Seven individuals were identified by Mexican authorities on Monday as suspects in the massacre of 72 migrants in northern Mexico, whose bodies were discovered during a raid on August 24. Three of the suspects were killed by navy personnel during the raid, while another three were found dead near a highway shortly thereafter. All suspects, including a seventh that was arrested last week are believed to be part of Los Zetas drug cartel and were identified by one of the three massacre survivors.
The bodies of the 72 mostly Honduran, Salvadorian and Ecuadorian migrants were discovered in the town of San Fernando in the northeastern state of Tamaulipas on the Texas border. As of Tuesday, 27 victims had been identified and are being repatriated to their home countries.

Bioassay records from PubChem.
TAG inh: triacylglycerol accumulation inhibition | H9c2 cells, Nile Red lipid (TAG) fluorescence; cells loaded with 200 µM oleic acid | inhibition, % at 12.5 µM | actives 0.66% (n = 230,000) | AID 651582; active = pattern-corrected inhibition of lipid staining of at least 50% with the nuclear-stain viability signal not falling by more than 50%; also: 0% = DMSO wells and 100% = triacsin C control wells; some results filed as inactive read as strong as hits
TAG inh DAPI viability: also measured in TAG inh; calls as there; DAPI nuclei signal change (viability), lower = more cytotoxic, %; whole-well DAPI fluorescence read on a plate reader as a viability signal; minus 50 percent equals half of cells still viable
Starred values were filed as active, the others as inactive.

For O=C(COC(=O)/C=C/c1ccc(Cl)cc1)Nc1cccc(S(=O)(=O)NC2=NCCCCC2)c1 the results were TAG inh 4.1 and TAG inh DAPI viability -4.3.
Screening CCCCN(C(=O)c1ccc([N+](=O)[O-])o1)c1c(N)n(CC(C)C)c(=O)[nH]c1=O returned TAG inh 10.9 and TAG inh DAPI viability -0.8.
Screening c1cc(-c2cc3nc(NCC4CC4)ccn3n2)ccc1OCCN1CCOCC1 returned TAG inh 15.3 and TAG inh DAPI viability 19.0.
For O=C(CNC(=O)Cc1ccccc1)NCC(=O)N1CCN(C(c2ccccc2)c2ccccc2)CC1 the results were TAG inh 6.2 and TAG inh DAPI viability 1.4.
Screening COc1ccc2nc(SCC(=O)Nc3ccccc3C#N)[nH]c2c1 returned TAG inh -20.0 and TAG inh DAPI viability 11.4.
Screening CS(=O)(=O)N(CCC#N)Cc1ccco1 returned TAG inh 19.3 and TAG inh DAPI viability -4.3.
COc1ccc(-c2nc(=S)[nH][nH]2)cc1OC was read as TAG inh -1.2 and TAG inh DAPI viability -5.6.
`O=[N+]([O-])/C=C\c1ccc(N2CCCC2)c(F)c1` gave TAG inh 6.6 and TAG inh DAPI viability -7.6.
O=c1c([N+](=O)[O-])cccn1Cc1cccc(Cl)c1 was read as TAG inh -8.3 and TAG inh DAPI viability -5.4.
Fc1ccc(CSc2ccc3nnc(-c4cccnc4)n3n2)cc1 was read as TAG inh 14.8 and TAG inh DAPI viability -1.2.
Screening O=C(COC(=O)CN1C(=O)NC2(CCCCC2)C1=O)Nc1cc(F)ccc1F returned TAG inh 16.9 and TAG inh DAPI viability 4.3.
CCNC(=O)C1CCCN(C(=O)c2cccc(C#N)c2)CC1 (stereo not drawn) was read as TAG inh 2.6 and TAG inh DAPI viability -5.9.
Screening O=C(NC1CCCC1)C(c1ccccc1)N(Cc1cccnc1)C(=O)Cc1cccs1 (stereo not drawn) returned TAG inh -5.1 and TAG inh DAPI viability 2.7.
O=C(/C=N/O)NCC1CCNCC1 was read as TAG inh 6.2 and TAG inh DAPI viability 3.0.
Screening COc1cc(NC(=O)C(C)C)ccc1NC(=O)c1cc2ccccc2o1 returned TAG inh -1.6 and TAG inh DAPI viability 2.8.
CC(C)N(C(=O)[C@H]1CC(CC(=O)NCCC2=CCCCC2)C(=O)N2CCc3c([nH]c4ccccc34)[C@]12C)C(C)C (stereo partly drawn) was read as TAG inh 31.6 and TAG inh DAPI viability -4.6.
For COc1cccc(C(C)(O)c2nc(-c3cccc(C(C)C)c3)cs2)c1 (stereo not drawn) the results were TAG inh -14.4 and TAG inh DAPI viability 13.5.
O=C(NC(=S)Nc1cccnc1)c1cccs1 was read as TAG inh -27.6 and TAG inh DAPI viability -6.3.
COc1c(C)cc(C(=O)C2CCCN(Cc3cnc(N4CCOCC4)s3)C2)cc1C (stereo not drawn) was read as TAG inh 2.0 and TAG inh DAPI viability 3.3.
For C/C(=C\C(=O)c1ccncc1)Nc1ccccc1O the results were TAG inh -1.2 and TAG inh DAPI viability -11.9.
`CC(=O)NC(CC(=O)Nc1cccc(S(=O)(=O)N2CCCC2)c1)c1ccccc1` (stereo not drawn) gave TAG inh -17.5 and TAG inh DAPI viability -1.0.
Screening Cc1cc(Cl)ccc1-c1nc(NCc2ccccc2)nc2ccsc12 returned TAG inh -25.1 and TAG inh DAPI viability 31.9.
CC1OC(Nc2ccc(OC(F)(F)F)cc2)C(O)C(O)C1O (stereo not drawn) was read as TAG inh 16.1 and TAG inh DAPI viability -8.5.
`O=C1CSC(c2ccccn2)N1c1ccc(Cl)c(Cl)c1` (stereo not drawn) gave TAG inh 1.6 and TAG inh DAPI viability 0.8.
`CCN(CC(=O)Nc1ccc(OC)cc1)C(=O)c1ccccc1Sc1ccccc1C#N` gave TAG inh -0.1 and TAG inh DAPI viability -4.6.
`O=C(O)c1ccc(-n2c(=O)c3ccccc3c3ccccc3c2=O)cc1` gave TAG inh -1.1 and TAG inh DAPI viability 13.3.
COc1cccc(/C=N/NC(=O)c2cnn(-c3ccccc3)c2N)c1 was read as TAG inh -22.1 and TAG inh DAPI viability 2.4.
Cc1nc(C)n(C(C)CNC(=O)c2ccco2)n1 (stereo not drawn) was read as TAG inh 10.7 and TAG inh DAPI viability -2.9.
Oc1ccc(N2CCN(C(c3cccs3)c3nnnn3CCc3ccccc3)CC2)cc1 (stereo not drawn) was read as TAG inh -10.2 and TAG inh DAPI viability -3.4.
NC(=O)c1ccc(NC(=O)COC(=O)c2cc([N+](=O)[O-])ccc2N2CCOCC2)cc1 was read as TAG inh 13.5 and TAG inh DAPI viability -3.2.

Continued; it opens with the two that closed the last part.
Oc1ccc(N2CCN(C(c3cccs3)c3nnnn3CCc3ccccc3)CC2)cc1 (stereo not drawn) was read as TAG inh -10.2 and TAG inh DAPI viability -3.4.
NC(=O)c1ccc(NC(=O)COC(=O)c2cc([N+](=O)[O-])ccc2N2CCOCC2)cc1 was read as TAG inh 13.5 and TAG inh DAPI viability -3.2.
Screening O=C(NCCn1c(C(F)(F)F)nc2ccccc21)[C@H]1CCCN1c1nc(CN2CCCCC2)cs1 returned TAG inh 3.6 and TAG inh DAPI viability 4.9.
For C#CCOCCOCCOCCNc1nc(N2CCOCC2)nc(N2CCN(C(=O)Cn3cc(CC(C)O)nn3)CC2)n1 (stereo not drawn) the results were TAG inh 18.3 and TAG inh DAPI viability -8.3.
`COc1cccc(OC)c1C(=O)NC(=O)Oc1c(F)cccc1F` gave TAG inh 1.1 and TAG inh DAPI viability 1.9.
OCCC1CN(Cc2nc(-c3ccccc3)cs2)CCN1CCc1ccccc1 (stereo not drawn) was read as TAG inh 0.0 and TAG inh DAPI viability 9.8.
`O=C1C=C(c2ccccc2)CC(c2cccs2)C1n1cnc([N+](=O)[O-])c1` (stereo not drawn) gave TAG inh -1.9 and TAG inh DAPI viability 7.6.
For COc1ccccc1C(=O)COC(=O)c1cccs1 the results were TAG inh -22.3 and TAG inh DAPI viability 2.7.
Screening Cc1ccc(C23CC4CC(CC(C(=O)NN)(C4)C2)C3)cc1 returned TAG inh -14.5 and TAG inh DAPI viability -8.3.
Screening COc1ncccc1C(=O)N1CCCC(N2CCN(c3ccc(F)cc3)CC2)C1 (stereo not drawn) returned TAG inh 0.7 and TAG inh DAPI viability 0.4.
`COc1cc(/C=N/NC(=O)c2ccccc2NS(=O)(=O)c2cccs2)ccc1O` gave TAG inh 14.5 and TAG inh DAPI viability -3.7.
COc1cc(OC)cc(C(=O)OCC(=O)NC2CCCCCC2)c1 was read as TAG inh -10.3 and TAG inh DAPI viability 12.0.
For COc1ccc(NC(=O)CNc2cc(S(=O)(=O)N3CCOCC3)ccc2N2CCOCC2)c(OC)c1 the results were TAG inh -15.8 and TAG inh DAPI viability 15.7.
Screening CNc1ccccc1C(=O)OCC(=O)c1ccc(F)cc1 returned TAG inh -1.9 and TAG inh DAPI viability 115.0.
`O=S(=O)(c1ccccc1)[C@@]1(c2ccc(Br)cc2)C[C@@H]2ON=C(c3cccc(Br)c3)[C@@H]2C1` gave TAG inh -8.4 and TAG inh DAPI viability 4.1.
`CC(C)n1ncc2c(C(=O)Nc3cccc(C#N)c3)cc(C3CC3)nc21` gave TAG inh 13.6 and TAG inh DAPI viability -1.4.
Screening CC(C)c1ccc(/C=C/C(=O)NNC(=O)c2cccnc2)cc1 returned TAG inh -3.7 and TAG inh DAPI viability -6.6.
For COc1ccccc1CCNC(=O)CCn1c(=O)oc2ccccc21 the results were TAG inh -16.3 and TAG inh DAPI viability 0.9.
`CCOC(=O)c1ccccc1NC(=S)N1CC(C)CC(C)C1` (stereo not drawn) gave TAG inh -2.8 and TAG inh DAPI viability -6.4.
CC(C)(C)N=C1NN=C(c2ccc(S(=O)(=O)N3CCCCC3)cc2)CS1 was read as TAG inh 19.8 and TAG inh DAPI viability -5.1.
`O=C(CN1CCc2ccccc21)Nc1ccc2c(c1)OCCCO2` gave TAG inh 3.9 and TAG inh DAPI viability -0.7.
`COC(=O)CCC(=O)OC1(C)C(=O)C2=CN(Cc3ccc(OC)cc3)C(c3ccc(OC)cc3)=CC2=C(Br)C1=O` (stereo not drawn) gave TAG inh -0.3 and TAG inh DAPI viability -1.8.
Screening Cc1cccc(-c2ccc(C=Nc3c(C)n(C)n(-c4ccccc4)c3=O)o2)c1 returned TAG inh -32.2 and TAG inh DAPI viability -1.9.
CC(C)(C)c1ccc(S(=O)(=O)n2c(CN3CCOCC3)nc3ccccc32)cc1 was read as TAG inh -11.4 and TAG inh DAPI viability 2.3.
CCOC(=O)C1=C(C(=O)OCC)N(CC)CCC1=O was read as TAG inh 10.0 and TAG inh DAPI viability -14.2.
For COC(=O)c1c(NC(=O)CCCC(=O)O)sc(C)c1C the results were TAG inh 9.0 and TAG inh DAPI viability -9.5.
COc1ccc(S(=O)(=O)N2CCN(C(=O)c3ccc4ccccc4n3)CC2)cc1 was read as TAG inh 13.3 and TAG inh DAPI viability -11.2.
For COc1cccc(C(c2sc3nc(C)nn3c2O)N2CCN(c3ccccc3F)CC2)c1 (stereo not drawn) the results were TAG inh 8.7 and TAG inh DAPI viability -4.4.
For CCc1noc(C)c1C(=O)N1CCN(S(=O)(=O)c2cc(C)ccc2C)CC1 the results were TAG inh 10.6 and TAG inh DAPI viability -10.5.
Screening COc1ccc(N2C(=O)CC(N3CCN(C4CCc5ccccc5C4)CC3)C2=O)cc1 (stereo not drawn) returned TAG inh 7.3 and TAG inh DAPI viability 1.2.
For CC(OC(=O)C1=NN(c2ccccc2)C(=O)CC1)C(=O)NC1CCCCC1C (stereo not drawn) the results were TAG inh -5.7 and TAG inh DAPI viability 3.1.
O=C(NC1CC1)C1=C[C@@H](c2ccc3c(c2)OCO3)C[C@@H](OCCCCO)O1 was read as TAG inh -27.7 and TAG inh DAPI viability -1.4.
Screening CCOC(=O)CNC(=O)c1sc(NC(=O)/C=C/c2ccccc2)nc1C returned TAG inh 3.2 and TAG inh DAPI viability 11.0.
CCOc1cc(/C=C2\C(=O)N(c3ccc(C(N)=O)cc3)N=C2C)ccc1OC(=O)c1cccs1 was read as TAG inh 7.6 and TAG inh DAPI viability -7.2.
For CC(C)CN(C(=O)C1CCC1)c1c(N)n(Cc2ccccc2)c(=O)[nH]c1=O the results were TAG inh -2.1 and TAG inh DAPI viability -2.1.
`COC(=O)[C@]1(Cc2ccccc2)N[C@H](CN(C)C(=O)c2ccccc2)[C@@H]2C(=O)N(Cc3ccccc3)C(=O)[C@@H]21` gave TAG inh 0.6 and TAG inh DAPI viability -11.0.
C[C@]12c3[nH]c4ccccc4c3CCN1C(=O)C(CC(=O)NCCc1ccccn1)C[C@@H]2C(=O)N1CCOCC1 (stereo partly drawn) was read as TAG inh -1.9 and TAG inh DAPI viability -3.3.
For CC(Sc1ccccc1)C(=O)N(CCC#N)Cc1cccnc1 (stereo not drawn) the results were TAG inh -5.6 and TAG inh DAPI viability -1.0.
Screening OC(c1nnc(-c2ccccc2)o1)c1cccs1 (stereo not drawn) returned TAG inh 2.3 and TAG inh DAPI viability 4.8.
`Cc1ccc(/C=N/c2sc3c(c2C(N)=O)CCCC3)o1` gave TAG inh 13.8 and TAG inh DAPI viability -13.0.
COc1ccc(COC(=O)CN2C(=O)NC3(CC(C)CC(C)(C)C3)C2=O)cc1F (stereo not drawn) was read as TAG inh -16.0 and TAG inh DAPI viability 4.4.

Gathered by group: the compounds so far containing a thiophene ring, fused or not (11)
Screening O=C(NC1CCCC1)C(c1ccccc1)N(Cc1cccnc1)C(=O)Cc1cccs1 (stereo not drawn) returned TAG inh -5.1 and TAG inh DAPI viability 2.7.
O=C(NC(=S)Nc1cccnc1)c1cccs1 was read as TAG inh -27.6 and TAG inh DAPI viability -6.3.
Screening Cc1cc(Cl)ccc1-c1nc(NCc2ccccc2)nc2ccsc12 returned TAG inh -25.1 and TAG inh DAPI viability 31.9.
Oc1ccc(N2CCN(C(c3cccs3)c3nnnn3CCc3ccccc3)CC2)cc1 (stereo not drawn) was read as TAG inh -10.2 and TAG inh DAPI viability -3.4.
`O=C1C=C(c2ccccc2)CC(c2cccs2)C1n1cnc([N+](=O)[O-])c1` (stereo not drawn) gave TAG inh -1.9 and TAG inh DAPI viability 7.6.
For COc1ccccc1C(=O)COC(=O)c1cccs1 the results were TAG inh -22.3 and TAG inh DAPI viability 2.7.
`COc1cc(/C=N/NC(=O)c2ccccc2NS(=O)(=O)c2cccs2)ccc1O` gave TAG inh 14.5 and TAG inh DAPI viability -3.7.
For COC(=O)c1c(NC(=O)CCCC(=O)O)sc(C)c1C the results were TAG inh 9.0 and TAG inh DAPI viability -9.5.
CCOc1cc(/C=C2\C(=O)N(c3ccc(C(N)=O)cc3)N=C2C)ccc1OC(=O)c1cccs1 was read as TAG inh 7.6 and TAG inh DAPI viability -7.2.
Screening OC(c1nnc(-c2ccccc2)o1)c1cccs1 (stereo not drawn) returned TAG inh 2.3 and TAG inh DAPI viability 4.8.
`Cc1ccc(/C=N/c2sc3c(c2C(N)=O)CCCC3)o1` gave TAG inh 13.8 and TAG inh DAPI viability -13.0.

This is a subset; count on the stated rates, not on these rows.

The massacre is the latest example of drug-related in northern Mexican states along the U.S. border. According to Alejandro Poiré, the government spokesman for security issues, the mass-murder “confirms that criminal organizations are looking to kidnapping and extortion because they are going through a difficult time obtaining resources and recruiting people willingly.”
Mr. Poiré’s comments come less than a week after the U.S. government announced it would withhold about $26 million in funding to Mexico’s anti-narcotics efforts over concerns that Mexico has not done enough to protect its people from cartel and police abuse.